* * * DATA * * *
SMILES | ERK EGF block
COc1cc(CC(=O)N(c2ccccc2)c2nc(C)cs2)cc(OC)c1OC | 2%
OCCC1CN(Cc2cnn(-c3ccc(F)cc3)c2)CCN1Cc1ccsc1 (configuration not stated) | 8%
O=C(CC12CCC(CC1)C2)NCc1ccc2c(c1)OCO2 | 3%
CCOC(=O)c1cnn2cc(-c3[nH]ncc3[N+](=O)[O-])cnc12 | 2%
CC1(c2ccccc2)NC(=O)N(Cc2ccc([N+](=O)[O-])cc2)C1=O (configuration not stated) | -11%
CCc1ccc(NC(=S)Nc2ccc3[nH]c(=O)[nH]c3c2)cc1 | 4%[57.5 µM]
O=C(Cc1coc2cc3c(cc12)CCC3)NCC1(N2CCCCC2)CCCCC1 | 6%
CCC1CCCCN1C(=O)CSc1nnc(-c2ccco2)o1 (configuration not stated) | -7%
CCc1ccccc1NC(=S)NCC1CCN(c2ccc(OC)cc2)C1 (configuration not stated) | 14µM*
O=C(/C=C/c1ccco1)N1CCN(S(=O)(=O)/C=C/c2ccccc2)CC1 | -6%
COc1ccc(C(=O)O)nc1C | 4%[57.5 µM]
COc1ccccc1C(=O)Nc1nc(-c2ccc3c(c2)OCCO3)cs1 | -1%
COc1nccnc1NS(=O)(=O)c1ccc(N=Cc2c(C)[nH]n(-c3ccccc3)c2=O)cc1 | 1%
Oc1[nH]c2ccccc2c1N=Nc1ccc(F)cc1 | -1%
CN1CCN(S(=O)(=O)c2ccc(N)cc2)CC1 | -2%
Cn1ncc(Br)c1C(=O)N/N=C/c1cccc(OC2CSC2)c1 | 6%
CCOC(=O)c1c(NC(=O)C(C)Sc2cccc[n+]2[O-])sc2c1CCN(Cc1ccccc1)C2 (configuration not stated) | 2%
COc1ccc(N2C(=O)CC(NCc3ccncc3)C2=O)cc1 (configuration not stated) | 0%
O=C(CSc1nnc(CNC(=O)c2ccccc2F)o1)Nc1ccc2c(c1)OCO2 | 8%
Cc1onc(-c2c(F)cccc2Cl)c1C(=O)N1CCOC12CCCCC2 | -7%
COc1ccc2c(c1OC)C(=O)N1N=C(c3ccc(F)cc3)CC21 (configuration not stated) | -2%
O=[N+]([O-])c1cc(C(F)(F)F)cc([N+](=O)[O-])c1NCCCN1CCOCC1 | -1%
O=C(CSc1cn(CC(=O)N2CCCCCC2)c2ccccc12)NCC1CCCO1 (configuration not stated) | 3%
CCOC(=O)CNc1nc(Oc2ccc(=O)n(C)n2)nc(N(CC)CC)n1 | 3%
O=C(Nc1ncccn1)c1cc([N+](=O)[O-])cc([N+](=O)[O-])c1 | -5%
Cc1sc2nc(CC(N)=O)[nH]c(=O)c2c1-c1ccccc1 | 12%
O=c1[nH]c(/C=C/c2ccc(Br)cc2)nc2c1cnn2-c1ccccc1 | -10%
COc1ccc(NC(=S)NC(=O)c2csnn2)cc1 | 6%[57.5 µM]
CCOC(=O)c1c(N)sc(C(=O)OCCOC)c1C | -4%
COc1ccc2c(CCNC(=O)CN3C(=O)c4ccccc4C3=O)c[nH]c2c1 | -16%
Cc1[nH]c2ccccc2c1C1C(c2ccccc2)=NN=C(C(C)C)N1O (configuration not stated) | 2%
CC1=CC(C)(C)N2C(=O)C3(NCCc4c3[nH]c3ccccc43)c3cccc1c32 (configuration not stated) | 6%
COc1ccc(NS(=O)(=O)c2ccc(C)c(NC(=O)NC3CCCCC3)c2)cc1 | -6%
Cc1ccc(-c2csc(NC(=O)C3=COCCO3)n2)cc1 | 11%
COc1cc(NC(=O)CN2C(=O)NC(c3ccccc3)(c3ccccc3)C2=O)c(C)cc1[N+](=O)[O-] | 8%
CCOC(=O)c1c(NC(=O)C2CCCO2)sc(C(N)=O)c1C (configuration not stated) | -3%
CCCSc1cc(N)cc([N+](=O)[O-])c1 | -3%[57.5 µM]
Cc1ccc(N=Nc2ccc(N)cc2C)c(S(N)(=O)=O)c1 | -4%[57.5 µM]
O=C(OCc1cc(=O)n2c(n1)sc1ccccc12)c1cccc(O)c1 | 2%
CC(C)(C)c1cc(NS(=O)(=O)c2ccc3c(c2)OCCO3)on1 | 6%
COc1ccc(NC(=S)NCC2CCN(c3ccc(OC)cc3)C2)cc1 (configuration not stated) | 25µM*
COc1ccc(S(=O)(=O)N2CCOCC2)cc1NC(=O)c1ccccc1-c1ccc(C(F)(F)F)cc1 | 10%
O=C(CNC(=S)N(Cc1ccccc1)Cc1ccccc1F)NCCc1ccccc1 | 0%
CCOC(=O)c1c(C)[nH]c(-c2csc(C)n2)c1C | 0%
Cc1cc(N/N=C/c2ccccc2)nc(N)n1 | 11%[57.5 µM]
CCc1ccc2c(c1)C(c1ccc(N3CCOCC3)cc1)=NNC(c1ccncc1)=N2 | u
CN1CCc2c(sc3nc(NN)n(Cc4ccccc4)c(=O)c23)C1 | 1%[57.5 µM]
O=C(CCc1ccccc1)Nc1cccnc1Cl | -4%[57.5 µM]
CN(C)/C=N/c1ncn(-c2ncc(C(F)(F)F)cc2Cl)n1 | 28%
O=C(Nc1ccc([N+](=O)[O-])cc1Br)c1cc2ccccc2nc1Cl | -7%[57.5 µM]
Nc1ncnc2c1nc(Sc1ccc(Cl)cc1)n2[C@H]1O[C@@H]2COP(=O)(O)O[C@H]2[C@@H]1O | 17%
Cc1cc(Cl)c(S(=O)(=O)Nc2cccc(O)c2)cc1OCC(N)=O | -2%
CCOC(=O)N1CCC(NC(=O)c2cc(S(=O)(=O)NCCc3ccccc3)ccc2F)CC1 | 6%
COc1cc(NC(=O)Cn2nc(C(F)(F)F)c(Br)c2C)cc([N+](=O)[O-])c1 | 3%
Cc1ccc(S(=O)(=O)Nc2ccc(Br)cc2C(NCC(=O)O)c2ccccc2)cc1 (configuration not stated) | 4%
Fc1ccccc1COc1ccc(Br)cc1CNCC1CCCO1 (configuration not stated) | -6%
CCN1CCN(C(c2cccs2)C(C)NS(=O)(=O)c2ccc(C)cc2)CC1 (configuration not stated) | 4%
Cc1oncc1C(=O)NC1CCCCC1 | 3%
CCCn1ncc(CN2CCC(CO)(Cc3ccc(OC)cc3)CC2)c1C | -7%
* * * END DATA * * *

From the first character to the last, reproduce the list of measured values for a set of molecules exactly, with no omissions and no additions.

SMILES | ERK EGF block
COc1cc(CC(=O)N(c2ccccc2)c2nc(C)cs2)cc(OC)c1OC | 2%
OCCC1CN(Cc2cnn(-c3ccc(F)cc3)c2)CCN1Cc1ccsc1 (configuration not stated) | 8%
O=C(CC12CCC(CC1)C2)NCc1ccc2c(c1)OCO2 | 3%
CCOC(=O)c1cnn2cc(-c3[nH]ncc3[N+](=O)[O-])cnc12 | 2%
CC1(c2ccccc2)NC(=O)N(Cc2ccc([N+](=O)[O-])cc2)C1=O (configuration not stated) | -11%
CCc1ccc(NC(=S)Nc2ccc3[nH]c(=O)[nH]c3c2)cc1 | 4%[57.5 µM]
O=C(Cc1coc2cc3c(cc12)CCC3)NCC1(N2CCCCC2)CCCCC1 | 6%
CCC1CCCCN1C(=O)CSc1nnc(-c2ccco2)o1 (configuration not stated) | -7%
CCc1ccccc1NC(=S)NCC1CCN(c2ccc(OC)cc2)C1 (configuration not stated) | 14µM*
O=C(/C=C/c1ccco1)N1CCN(S(=O)(=O)/C=C/c2ccccc2)CC1 | -6%
COc1ccc(C(=O)O)nc1C | 4%[57.5 µM]
COc1ccccc1C(=O)Nc1nc(-c2ccc3c(c2)OCCO3)cs1 | -1%
COc1nccnc1NS(=O)(=O)c1ccc(N=Cc2c(C)[nH]n(-c3ccccc3)c2=O)cc1 | 1%
Oc1[nH]c2ccccc2c1N=Nc1ccc(F)cc1 | -1%
CN1CCN(S(=O)(=O)c2ccc(N)cc2)CC1 | -2%
Cn1ncc(Br)c1C(=O)N/N=C/c1cccc(OC2CSC2)c1 | 6%
CCOC(=O)c1c(NC(=O)C(C)Sc2cccc[n+]2[O-])sc2c1CCN(Cc1ccccc1)C2 (configuration not stated) | 2%
COc1ccc(N2C(=O)CC(NCc3ccncc3)C2=O)cc1 (configuration not stated) | 0%
O=C(CSc1nnc(CNC(=O)c2ccccc2F)o1)Nc1ccc2c(c1)OCO2 | 8%
Cc1onc(-c2c(F)cccc2Cl)c1C(=O)N1CCOC12CCCCC2 | -7%
COc1ccc2c(c1OC)C(=O)N1N=C(c3ccc(F)cc3)CC21 (configuration not stated) | -2%
O=[N+]([O-])c1cc(C(F)(F)F)cc([N+](=O)[O-])c1NCCCN1CCOCC1 | -1%
O=C(CSc1cn(CC(=O)N2CCCCCC2)c2ccccc12)NCC1CCCO1 (configuration not stated) | 3%
CCOC(=O)CNc1nc(Oc2ccc(=O)n(C)n2)nc(N(CC)CC)n1 | 3%
O=C(Nc1ncccn1)c1cc([N+](=O)[O-])cc([N+](=O)[O-])c1 | -5%
Cc1sc2nc(CC(N)=O)[nH]c(=O)c2c1-c1ccccc1 | 12%
O=c1[nH]c(/C=C/c2ccc(Br)cc2)nc2c1cnn2-c1ccccc1 | -10%
COc1ccc(NC(=S)NC(=O)c2csnn2)cc1 | 6%[57.5 µM]
CCOC(=O)c1c(N)sc(C(=O)OCCOC)c1C | -4%
COc1ccc2c(CCNC(=O)CN3C(=O)c4ccccc4C3=O)c[nH]c2c1 | -16%
Cc1[nH]c2ccccc2c1C1C(c2ccccc2)=NN=C(C(C)C)N1O (configuration not stated) | 2%
CC1=CC(C)(C)N2C(=O)C3(NCCc4c3[nH]c3ccccc43)c3cccc1c32 (configuration not stated) | 6%
COc1ccc(NS(=O)(=O)c2ccc(C)c(NC(=O)NC3CCCCC3)c2)cc1 | -6%
Cc1ccc(-c2csc(NC(=O)C3=COCCO3)n2)cc1 | 11%
COc1cc(NC(=O)CN2C(=O)NC(c3ccccc3)(c3ccccc3)C2=O)c(C)cc1[N+](=O)[O-] | 8%
CCOC(=O)c1c(NC(=O)C2CCCO2)sc(C(N)=O)c1C (configuration not stated) | -3%
CCCSc1cc(N)cc([N+](=O)[O-])c1 | -3%[57.5 µM]
Cc1ccc(N=Nc2ccc(N)cc2C)c(S(N)(=O)=O)c1 | -4%[57.5 µM]
O=C(OCc1cc(=O)n2c(n1)sc1ccccc12)c1cccc(O)c1 | 2%
CC(C)(C)c1cc(NS(=O)(=O)c2ccc3c(c2)OCCO3)on1 | 6%
COc1ccc(NC(=S)NCC2CCN(c3ccc(OC)cc3)C2)cc1 (configuration not stated) | 25µM*
COc1ccc(S(=O)(=O)N2CCOCC2)cc1NC(=O)c1ccccc1-c1ccc(C(F)(F)F)cc1 | 10%
O=C(CNC(=S)N(Cc1ccccc1)Cc1ccccc1F)NCCc1ccccc1 | 0%
CCOC(=O)c1c(C)[nH]c(-c2csc(C)n2)c1C | 0%
Cc1cc(N/N=C/c2ccccc2)nc(N)n1 | 11%[57.5 µM]
CCc1ccc2c(c1)C(c1ccc(N3CCOCC3)cc1)=NNC(c1ccncc1)=N2 | u
CN1CCc2c(sc3nc(NN)n(Cc4ccccc4)c(=O)c23)C1 | 1%[57.5 µM]
O=C(CCc1ccccc1)Nc1cccnc1Cl | -4%[57.5 µM]
CN(C)/C=N/c1ncn(-c2ncc(C(F)(F)F)cc2Cl)n1 | 28%
O=C(Nc1ccc([N+](=O)[O-])cc1Br)c1cc2ccccc2nc1Cl | -7%[57.5 µM]
Nc1ncnc2c1nc(Sc1ccc(Cl)cc1)n2[C@H]1O[C@@H]2COP(=O)(O)O[C@H]2[C@@H]1O | 17%
Cc1cc(Cl)c(S(=O)(=O)Nc2cccc(O)c2)cc1OCC(N)=O | -2%
CCOC(=O)N1CCC(NC(=O)c2cc(S(=O)(=O)NCCc3ccccc3)ccc2F)CC1 | 6%
COc1cc(NC(=O)Cn2nc(C(F)(F)F)c(Br)c2C)cc([N+](=O)[O-])c1 | 3%
Cc1ccc(S(=O)(=O)Nc2ccc(Br)cc2C(NCC(=O)O)c2ccccc2)cc1 (configuration not stated) | 4%
Fc1ccccc1COc1ccc(Br)cc1CNCC1CCCO1 (configuration not stated) | -6%
CCN1CCN(C(c2cccs2)C(C)NS(=O)(=O)c2ccc(C)cc2)CC1 (configuration not stated) | 4%
Cc1oncc1C(=O)NC1CCCCC1 | 3%
CCCn1ncc(CN2CCC(CO)(Cc3ccc(OC)cc3)CC2)c1C | -7%